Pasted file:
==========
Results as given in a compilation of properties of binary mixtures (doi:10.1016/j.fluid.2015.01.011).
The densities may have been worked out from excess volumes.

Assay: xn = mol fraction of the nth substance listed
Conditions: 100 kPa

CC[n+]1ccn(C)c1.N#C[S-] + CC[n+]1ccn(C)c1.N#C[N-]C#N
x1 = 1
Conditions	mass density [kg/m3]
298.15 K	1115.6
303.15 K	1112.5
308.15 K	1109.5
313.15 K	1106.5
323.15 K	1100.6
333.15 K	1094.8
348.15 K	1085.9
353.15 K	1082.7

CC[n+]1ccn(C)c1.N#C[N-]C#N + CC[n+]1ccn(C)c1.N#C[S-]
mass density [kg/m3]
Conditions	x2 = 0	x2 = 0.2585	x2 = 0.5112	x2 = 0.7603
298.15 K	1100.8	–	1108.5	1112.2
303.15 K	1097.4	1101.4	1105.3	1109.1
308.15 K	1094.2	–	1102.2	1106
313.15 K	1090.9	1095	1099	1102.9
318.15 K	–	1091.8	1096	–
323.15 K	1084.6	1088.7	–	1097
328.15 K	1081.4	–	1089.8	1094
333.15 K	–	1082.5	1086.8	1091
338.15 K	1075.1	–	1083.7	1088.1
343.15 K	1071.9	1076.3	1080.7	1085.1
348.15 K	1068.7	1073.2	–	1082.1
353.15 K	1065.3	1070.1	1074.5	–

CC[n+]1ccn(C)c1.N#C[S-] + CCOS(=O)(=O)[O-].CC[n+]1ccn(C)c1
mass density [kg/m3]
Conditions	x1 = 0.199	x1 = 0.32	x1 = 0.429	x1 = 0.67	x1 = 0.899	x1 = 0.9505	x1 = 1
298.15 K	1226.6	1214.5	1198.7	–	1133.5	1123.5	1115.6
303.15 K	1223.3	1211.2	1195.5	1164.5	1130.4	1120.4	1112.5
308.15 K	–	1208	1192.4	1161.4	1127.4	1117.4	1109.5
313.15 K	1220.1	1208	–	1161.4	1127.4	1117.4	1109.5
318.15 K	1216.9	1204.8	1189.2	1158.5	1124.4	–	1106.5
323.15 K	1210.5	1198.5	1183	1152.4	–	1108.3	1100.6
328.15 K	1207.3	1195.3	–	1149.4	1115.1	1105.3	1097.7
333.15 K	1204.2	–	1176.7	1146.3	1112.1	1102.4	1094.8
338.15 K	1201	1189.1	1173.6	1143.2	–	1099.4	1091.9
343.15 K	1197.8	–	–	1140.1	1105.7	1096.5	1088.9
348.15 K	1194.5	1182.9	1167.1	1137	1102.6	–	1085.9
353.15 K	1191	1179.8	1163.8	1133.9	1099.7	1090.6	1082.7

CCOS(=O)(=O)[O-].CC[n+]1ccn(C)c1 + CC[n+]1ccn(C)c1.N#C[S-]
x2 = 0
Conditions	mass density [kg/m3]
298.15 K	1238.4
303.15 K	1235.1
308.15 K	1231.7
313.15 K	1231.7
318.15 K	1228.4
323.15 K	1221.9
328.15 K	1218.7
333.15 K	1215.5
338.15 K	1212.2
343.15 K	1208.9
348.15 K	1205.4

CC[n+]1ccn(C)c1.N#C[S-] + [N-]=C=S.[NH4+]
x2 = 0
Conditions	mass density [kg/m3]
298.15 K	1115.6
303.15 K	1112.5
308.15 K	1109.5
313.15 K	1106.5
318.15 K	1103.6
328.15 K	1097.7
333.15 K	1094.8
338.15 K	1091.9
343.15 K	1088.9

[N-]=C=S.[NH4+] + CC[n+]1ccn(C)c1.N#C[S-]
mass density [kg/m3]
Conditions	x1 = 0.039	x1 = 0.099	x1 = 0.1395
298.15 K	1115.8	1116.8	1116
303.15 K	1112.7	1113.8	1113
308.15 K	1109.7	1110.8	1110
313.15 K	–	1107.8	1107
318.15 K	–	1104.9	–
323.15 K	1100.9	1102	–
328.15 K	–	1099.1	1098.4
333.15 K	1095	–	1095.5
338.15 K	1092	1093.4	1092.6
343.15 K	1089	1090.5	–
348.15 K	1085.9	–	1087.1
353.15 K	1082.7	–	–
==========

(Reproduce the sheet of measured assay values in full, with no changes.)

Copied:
Results as given in a compilation of properties of binary mixtures (doi:10.1016/j.fluid.2015.01.011).
The densities may have been worked out from excess volumes.

Assay: xn = mol fraction of the nth substance listed
Conditions: 100 kPa

CC[n+]1ccn(C)c1.N#C[S-] + CC[n+]1ccn(C)c1.N#C[N-]C#N
x1 = 1
Conditions	mass density [kg/m3]
298.15 K	1115.6
303.15 K	1112.5
308.15 K	1109.5
313.15 K	1106.5
323.15 K	1100.6
333.15 K	1094.8
348.15 K	1085.9
353.15 K	1082.7

CC[n+]1ccn(C)c1.N#C[N-]C#N + CC[n+]1ccn(C)c1.N#C[S-]
mass density [kg/m3]
Conditions	x2 = 0	x2 = 0.2585	x2 = 0.5112	x2 = 0.7603
298.15 K	1100.8	–	1108.5	1112.2
303.15 K	1097.4	1101.4	1105.3	1109.1
308.15 K	1094.2	–	1102.2	1106
313.15 K	1090.9	1095	1099	1102.9
318.15 K	–	1091.8	1096	–
323.15 K	1084.6	1088.7	–	1097
328.15 K	1081.4	–	1089.8	1094
333.15 K	–	1082.5	1086.8	1091
338.15 K	1075.1	–	1083.7	1088.1
343.15 K	1071.9	1076.3	1080.7	1085.1
348.15 K	1068.7	1073.2	–	1082.1
353.15 K	1065.3	1070.1	1074.5	–

CC[n+]1ccn(C)c1.N#C[S-] + CCOS(=O)(=O)[O-].CC[n+]1ccn(C)c1
mass density [kg/m3]
Conditions	x1 = 0.199	x1 = 0.32	x1 = 0.429	x1 = 0.67	x1 = 0.899	x1 = 0.9505	x1 = 1
298.15 K	1226.6	1214.5	1198.7	–	1133.5	1123.5	1115.6
303.15 K	1223.3	1211.2	1195.5	1164.5	1130.4	1120.4	1112.5
308.15 K	–	1208	1192.4	1161.4	1127.4	1117.4	1109.5
313.15 K	1220.1	1208	–	1161.4	1127.4	1117.4	1109.5
318.15 K	1216.9	1204.8	1189.2	1158.5	1124.4	–	1106.5
323.15 K	1210.5	1198.5	1183	1152.4	–	1108.3	1100.6
328.15 K	1207.3	1195.3	–	1149.4	1115.1	1105.3	1097.7
333.15 K	1204.2	–	1176.7	1146.3	1112.1	1102.4	1094.8
338.15 K	1201	1189.1	1173.6	1143.2	–	1099.4	1091.9
343.15 K	1197.8	–	–	1140.1	1105.7	1096.5	1088.9
348.15 K	1194.5	1182.9	1167.1	1137	1102.6	–	1085.9
353.15 K	1191	1179.8	1163.8	1133.9	1099.7	1090.6	1082.7

CCOS(=O)(=O)[O-].CC[n+]1ccn(C)c1 + CC[n+]1ccn(C)c1.N#C[S-]
x2 = 0
Conditions	mass density [kg/m3]
298.15 K	1238.4
303.15 K	1235.1
308.15 K	1231.7
313.15 K	1231.7
318.15 K	1228.4
323.15 K	1221.9
328.15 K	1218.7
333.15 K	1215.5
338.15 K	1212.2
343.15 K	1208.9
348.15 K	1205.4

CC[n+]1ccn(C)c1.N#C[S-] + [N-]=C=S.[NH4+]
x2 = 0
Conditions	mass density [kg/m3]
298.15 K	1115.6
303.15 K	1112.5
308.15 K	1109.5
313.15 K	1106.5
318.15 K	1103.6
328.15 K	1097.7
333.15 K	1094.8
338.15 K	1091.9
343.15 K	1088.9

[N-]=C=S.[NH4+] + CC[n+]1ccn(C)c1.N#C[S-]
mass density [kg/m3]
Conditions	x1 = 0.039	x1 = 0.099	x1 = 0.1395
298.15 K	1115.8	1116.8	1116
303.15 K	1112.7	1113.8	1113
308.15 K	1109.7	1110.8	1110
313.15 K	–	1107.8	1107
318.15 K	–	1104.9	–
323.15 K	1100.9	1102	–
328.15 K	–	1099.1	1098.4
333.15 K	1095	–	1095.5
338.15 K	1092	1093.4	1092.6
343.15 K	1089	1090.5	–
348.15 K	1085.9	–	1087.1
353.15 K	1082.7	–	–